Blackjack hobbyist in Las Vegas


Question: To the occasional Las Vegas visiting card counter -- Is there a reason for polite bet spreads or should I just bomb away? There have been a number of discussions on Green Chip about Las Vegas backoffs despite "polite" spreads. Many of us make only occasional trips to Las Vegas, quarterly or less.

If the backoff is going to come anyway, particularly at the sweatshops, I'd like to hear opinions about using a big spread, say 25-500 or 1000, LV Bear style, assuming your bankroll can handle it.

Hodger: I play my own style, though many will criticize it. I go to Las Vegas usually twice per year for 4-5 days. I play every game in town and mostly $50 and $100 minimum double-deck games, though I will also hit the locals’ casinos and downtown stores. I will not play a double-deck game without at least a 1-10 spread. If I am playing $25 games, I usually play $50-800. My max bet is usually less than $1000 but not much less (say $950).

I usually get one or two backoffs per trip, but I get in a lot of hours. I never play with a player’s card. The comps are not worth it to me. I will play two-hour sessions or so. I never play shoe games. I have done this approach for years, and keep playing. I never get backed off in less than thirty minutes. I play for the money, but also have fun and don't sweat the backoffs. I try to play/drink like a tourist with wild bets, rainbow bets, and some tipping (not much). For me, the fun of playing is nearly as important as my winnings. There are a lot of different double-deck games to play. I was backed off three times in 18 months from one casino, but I have not been backed off there in two years since. Times change, employees change. My record is four backoffs from one locals’ casino, known for its sweatiness, over a seven-year period.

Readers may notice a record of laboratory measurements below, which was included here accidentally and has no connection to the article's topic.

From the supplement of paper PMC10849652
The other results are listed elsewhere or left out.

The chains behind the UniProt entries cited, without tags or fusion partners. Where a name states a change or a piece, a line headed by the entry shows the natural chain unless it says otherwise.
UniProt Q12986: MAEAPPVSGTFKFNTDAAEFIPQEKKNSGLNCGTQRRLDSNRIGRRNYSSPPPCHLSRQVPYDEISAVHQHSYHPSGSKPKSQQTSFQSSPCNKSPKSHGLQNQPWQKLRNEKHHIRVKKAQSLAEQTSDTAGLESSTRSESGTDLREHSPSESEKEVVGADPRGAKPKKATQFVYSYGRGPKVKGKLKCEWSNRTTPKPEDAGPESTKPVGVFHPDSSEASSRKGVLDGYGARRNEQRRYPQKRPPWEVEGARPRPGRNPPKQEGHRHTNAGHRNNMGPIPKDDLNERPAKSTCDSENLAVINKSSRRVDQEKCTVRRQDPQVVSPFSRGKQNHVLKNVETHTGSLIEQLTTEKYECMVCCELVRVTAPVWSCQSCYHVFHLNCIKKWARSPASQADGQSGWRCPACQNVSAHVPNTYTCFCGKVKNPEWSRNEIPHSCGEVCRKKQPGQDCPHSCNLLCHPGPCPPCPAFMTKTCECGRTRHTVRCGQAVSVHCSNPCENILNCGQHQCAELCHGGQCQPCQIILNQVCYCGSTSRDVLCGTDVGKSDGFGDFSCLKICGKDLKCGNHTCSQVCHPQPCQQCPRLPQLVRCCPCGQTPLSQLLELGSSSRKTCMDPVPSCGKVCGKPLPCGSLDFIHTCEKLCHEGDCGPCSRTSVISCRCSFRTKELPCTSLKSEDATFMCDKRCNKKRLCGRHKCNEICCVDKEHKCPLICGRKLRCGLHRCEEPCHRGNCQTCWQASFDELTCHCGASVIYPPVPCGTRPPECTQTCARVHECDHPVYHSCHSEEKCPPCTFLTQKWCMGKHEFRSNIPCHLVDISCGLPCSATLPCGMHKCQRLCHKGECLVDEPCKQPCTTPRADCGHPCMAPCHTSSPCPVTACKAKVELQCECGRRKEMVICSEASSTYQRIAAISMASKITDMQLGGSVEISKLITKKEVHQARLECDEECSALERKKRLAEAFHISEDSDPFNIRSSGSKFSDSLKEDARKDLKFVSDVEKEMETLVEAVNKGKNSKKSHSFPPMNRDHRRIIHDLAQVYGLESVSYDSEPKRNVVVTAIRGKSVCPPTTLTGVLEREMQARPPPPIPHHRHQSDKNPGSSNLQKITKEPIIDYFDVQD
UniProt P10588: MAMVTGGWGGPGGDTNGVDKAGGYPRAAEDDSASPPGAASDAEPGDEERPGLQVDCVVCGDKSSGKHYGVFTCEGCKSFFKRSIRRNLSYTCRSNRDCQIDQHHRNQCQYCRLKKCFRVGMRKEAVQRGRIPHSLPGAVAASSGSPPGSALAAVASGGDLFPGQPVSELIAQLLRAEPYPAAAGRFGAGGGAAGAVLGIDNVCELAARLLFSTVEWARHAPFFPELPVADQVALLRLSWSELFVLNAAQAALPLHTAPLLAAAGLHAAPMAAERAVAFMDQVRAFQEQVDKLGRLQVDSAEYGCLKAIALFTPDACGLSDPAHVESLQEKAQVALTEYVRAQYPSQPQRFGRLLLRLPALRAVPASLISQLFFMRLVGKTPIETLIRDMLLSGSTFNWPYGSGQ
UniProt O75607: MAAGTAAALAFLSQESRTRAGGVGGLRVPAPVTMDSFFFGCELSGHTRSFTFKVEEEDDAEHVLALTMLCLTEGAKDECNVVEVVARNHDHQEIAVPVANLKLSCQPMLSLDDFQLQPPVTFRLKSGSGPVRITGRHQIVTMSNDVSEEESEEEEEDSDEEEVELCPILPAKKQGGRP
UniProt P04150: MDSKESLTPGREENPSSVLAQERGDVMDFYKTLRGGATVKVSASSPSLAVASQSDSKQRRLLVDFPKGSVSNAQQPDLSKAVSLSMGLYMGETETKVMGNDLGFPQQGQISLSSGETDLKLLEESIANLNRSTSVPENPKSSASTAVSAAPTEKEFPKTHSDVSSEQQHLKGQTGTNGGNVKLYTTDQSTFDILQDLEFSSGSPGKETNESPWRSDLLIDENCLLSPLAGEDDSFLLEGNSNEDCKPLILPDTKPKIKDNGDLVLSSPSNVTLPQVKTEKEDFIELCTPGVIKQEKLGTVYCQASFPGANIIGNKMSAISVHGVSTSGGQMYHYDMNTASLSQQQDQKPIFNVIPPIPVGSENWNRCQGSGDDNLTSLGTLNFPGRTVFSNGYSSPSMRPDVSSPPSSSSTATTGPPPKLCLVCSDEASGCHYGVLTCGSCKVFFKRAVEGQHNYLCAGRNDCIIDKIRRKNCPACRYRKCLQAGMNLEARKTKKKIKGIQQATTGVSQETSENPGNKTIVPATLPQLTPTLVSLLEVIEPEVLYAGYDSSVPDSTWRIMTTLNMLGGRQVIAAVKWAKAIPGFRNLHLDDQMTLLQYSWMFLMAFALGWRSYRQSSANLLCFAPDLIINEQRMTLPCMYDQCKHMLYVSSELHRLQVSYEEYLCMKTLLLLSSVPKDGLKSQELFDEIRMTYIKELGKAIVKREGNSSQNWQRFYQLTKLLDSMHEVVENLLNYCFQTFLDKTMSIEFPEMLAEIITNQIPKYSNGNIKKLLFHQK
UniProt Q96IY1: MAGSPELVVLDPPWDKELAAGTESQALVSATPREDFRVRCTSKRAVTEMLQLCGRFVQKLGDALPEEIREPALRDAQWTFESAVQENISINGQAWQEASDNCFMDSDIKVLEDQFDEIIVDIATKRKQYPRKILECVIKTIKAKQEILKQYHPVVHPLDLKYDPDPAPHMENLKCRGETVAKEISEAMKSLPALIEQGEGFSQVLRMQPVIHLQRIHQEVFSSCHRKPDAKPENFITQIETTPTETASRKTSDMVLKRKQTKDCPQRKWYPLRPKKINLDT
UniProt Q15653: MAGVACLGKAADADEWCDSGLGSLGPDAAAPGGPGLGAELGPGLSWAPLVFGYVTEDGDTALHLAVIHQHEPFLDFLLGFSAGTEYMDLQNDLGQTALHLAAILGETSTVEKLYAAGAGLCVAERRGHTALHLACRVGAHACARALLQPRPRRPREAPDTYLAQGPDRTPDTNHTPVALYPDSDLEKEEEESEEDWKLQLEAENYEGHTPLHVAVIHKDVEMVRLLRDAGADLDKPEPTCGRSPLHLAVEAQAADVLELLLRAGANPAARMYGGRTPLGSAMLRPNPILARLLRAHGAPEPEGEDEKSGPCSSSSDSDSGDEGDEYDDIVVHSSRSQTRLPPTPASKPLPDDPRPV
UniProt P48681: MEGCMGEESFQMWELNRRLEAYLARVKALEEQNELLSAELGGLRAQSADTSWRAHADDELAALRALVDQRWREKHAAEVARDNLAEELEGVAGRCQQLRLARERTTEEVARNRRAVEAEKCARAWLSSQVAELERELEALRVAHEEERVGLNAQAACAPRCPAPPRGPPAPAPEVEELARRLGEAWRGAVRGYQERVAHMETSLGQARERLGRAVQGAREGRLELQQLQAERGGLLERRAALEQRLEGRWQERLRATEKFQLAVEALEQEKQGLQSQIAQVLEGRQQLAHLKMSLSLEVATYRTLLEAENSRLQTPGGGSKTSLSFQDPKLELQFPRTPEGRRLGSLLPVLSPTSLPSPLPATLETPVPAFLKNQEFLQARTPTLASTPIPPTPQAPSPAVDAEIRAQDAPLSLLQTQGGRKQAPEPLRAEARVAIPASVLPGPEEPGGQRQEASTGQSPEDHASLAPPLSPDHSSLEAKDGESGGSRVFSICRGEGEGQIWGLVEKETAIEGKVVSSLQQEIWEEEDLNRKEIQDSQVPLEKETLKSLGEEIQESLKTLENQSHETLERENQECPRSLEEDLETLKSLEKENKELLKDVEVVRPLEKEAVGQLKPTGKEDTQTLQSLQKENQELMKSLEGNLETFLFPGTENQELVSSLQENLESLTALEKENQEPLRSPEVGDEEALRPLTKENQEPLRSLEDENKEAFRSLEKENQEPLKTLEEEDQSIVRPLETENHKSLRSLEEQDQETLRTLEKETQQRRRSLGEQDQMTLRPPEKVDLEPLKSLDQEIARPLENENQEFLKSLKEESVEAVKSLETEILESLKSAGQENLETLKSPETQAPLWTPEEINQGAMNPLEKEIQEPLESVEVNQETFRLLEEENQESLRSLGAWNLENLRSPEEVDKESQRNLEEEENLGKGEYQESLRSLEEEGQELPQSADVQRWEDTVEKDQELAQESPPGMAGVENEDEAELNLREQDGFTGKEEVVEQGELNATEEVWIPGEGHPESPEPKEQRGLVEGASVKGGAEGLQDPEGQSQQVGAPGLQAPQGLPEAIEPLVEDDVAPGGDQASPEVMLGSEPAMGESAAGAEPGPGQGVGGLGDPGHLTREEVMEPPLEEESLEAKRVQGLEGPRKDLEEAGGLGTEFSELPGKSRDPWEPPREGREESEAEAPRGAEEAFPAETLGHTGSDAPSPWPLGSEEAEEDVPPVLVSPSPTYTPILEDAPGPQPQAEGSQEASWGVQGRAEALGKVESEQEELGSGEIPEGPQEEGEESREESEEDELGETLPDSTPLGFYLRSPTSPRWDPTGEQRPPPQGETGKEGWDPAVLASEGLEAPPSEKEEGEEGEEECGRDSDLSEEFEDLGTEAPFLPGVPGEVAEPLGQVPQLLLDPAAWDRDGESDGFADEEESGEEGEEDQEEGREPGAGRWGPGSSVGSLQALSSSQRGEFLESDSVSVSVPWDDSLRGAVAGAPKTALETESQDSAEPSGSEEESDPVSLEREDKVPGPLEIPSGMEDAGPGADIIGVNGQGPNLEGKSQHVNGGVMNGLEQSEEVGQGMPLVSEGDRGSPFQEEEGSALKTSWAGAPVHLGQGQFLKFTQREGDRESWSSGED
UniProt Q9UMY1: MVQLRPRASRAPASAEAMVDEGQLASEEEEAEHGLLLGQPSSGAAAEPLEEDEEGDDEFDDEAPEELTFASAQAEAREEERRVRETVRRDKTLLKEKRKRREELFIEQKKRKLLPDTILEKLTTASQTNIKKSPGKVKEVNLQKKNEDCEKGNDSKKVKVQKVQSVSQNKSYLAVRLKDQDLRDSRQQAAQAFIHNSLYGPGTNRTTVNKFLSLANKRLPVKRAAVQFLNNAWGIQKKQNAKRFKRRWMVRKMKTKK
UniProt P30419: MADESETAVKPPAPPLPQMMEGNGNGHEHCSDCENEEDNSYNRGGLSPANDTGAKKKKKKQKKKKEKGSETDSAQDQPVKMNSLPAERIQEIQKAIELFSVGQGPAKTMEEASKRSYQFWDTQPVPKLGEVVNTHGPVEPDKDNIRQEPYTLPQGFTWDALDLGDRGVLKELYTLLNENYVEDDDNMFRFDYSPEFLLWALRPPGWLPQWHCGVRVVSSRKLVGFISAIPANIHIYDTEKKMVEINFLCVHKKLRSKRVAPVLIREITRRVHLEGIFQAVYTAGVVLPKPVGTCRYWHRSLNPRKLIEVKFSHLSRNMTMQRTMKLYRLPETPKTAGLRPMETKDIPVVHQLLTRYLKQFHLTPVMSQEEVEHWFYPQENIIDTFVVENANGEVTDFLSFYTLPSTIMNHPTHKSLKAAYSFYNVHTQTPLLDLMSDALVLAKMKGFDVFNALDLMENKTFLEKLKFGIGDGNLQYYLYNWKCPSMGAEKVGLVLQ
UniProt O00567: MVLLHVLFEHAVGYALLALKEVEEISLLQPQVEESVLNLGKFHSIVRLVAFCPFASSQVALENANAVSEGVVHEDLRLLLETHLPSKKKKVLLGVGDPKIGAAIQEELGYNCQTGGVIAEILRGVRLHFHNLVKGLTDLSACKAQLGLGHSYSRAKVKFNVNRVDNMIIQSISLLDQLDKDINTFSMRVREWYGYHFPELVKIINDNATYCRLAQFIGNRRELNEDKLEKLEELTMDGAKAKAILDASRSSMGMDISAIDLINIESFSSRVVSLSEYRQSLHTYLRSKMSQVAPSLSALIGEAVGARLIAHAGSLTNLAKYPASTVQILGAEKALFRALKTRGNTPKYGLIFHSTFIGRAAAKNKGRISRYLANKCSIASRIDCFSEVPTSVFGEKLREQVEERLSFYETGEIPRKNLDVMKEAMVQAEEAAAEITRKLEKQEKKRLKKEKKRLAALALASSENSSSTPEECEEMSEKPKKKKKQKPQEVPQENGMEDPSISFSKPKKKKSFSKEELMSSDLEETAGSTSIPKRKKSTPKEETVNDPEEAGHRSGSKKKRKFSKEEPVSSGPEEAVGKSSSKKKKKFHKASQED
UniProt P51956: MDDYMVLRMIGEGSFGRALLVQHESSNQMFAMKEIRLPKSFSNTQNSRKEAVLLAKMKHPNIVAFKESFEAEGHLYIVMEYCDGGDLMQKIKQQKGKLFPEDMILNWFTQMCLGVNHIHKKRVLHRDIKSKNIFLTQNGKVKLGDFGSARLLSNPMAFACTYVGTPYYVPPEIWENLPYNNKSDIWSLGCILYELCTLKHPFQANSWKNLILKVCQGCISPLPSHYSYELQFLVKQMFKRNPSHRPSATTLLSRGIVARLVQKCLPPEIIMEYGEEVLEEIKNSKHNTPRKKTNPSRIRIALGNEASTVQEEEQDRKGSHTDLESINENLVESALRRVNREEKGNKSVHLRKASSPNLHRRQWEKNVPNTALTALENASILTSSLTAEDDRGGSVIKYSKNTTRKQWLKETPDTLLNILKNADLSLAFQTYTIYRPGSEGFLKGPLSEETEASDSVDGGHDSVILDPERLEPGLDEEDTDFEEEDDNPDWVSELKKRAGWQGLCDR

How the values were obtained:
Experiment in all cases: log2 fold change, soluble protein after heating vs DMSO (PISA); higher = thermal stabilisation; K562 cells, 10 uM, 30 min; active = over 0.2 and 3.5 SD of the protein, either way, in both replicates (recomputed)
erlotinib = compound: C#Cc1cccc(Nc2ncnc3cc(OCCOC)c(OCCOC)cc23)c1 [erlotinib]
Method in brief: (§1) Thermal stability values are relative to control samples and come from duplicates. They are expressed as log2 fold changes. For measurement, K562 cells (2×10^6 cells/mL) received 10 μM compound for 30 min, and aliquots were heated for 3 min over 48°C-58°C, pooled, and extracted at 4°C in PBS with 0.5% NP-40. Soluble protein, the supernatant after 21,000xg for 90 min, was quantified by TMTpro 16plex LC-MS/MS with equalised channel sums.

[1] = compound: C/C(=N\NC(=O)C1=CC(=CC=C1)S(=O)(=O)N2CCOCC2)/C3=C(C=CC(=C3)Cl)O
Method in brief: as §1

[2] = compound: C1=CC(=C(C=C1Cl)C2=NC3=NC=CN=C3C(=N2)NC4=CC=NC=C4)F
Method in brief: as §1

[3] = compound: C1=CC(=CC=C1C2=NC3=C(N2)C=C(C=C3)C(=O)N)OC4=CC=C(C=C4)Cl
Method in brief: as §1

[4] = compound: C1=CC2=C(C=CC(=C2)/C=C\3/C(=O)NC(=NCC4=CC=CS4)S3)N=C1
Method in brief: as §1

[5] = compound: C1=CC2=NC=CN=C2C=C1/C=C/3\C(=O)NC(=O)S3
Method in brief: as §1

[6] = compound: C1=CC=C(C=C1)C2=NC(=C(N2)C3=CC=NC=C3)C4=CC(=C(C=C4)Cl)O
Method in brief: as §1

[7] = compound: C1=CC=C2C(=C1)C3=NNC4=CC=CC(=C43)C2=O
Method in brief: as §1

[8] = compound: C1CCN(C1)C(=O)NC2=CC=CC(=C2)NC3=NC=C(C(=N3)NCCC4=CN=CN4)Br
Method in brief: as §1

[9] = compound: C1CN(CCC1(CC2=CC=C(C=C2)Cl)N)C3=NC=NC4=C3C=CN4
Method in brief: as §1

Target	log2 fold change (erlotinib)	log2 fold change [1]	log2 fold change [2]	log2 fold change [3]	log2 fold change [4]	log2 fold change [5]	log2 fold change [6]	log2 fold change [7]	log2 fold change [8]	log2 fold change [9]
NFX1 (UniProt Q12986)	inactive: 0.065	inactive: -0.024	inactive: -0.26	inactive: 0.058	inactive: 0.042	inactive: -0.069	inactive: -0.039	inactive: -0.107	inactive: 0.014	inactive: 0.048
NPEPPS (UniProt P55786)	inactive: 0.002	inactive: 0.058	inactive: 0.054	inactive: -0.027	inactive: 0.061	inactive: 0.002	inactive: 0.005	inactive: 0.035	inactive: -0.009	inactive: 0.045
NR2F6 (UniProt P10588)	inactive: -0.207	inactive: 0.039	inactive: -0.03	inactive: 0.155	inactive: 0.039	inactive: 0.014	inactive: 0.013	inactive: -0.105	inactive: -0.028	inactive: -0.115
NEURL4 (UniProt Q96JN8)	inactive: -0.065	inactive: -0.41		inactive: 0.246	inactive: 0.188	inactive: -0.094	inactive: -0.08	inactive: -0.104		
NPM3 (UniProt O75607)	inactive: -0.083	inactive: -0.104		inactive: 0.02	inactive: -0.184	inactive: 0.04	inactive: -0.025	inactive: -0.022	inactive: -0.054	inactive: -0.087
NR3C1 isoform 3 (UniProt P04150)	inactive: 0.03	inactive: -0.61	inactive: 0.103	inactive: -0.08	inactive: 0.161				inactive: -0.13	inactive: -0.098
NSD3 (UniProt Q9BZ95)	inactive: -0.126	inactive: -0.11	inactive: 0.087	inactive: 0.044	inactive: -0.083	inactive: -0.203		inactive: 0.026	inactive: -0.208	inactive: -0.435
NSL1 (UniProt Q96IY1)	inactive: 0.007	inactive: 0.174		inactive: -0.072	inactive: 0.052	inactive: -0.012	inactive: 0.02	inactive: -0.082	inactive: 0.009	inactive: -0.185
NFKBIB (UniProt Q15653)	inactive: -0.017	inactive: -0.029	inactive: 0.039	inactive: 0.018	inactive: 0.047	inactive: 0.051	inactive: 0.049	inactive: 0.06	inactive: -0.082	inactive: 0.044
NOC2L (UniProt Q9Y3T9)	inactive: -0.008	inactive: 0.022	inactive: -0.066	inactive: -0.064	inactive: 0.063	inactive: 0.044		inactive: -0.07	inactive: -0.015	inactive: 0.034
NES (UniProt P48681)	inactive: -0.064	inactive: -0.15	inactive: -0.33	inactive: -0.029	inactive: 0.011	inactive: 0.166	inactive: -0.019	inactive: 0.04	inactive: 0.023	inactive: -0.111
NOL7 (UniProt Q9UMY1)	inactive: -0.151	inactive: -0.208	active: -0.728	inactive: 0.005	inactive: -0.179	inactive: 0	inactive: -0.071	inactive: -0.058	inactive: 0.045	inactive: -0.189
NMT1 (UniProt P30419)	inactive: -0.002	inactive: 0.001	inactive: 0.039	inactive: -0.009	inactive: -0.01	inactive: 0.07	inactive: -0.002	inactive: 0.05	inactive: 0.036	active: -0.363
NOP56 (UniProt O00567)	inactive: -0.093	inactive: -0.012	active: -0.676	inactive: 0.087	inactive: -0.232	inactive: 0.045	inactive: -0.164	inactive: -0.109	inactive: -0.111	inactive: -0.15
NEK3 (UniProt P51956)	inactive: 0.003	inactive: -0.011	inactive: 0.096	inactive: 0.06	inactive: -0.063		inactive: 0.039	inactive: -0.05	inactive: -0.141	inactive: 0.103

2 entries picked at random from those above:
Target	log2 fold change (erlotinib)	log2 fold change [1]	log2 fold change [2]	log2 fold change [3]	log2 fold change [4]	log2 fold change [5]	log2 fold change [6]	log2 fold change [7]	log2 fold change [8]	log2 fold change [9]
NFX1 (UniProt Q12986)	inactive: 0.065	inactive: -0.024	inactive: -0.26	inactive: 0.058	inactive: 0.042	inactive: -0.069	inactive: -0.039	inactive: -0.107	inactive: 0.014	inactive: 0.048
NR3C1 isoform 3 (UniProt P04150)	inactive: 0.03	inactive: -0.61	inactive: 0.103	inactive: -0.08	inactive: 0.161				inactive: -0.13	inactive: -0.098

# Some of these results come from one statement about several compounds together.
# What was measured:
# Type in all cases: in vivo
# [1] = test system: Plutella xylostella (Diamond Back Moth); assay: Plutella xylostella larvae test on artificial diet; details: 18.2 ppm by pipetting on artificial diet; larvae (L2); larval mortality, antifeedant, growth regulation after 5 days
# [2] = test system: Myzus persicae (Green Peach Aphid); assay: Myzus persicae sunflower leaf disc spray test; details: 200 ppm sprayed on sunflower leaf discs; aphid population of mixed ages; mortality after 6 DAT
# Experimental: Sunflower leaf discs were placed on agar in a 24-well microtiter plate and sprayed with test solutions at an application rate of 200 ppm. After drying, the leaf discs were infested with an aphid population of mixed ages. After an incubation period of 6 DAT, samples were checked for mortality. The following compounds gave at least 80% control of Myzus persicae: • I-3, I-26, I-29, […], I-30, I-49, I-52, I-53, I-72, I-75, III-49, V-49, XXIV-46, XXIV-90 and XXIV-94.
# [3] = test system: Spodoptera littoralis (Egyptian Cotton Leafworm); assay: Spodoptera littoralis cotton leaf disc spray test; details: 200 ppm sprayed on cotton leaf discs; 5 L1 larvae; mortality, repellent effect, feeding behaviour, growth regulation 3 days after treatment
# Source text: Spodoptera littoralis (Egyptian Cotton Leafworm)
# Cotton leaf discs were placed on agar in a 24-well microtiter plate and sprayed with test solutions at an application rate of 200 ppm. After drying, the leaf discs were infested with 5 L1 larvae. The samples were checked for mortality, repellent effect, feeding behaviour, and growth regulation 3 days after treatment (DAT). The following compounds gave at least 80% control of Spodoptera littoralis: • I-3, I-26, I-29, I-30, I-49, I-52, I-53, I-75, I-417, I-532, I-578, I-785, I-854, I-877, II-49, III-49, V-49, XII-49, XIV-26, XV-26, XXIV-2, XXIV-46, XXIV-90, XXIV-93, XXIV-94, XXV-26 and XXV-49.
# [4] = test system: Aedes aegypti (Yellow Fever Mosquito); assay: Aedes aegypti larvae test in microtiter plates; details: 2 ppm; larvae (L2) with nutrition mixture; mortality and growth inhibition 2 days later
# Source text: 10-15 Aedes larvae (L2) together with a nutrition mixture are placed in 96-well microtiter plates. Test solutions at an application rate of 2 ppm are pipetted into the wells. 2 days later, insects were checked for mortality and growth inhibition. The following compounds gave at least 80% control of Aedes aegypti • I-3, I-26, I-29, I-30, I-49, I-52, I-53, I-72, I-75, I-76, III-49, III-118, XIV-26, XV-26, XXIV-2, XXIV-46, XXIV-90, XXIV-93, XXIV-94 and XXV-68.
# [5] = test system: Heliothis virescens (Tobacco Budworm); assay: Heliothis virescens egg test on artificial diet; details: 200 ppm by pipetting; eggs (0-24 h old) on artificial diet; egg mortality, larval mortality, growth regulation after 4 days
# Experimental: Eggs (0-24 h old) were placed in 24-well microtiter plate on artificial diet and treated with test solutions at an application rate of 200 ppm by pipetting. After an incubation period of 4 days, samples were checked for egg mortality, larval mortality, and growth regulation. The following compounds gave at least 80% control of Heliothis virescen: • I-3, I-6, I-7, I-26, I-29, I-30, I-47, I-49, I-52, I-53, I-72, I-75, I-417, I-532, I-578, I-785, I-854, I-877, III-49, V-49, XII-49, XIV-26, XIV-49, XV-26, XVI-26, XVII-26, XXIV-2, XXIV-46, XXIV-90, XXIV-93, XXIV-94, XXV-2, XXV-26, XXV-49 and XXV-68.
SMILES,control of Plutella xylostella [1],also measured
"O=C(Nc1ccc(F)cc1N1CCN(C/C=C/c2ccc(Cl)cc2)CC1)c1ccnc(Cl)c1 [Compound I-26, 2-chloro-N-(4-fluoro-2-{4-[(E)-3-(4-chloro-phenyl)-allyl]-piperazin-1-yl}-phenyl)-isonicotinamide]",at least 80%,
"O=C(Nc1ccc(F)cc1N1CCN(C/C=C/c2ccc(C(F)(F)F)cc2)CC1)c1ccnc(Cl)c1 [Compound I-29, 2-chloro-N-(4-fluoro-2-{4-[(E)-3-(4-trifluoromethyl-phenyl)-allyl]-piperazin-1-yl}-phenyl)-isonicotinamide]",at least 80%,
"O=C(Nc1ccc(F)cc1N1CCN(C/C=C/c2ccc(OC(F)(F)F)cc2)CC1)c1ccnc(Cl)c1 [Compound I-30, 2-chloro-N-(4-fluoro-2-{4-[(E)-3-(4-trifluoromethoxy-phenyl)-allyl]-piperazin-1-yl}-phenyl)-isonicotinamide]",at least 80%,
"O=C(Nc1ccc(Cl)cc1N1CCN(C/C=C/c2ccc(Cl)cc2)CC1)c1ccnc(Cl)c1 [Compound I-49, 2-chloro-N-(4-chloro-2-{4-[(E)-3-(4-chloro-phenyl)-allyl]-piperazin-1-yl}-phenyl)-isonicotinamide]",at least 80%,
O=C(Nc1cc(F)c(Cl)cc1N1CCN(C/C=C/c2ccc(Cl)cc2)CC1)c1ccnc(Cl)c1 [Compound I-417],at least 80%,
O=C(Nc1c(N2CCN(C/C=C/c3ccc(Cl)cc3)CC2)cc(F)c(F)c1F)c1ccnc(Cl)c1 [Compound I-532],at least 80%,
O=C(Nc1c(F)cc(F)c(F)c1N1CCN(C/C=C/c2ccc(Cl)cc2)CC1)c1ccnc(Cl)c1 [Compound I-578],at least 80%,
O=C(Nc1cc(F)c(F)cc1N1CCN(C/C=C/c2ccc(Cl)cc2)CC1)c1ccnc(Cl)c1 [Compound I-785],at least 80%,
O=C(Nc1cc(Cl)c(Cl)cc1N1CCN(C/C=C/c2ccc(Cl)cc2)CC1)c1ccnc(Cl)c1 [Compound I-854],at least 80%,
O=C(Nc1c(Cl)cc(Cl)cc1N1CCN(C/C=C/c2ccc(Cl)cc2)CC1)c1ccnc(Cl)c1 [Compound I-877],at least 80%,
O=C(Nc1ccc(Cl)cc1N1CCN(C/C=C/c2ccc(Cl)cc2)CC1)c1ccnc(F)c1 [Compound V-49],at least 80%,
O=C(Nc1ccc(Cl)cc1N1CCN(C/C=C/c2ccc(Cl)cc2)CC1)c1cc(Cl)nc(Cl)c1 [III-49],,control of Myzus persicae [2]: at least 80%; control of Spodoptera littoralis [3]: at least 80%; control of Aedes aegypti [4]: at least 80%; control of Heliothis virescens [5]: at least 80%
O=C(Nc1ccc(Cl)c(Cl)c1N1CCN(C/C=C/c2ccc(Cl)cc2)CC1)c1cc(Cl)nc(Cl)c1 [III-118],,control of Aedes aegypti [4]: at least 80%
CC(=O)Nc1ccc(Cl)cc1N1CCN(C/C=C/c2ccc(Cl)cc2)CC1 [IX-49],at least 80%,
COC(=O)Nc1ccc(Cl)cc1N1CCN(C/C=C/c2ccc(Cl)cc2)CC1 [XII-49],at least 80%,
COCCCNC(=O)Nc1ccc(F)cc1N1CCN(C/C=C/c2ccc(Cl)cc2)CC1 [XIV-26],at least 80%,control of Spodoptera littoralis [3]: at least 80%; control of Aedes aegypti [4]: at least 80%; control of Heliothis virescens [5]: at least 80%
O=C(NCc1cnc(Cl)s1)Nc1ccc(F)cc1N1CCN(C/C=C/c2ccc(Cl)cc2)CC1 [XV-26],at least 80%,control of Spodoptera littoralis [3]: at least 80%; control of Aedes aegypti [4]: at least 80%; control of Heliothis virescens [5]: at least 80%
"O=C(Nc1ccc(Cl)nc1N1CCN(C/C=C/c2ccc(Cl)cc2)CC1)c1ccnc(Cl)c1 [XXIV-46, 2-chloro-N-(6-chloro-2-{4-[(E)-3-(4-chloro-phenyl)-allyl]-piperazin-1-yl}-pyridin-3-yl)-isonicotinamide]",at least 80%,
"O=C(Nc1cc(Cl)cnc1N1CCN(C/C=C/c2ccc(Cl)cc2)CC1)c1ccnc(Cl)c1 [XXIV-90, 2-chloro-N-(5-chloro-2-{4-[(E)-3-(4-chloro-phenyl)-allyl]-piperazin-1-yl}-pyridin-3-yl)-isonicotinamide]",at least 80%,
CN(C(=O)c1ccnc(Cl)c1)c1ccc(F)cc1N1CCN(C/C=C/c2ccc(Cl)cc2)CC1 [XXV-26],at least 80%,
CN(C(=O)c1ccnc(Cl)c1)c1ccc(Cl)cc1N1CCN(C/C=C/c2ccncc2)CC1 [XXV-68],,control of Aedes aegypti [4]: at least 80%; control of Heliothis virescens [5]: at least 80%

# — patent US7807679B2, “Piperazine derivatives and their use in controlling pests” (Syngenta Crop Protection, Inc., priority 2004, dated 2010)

Of course, “your mileage may vary.” I play for fun and have been able to average well into five figures per year and treat this as primarily a hobby. I try to maximize my enjoyment first and EV second. I would rather play in games where I can sit down and play for a couple of hours instead of scouting shoe games. The EV may be higher for a shoe game, but honestly I would probably have a higher EV by staying home and working at my main business, than traveling to play blackjack. I am certainly not a full-time AP.

I think you find what works for you -- seek some advice here, but realize advice is just advice. Unless Don Schlesinger is giving you a mathematical answer to how to play, everything is just advice -- sort of like what to wear for a dinner party. I think many non-pros forget to figure in the enjoyment factor. It is a reason that I tip slightly when I play. I enjoy having a nice, friendly game. Of course, tipping is negative EV, which is why so many pros eschew it entirely. But so is tipping at a restaurant, donating to charity (after tax writeoff), and many other things in life. I treat blackjack like life and try to maximize my utility function of enjoyment. If I never tipped, I am sure I could have another $1-2k in EV each year but I view that as not worth it.

Now if I had to play for a living, then I may think differently. Blackjack for me never amounts to much either way in terms of income. I do enjoy playing though! I tend to get in around 700 hours a year between Seattle, Reno, Las Vegas and a few California trips to the San Diego area.

Originally published on Green Chip, edited for this format.


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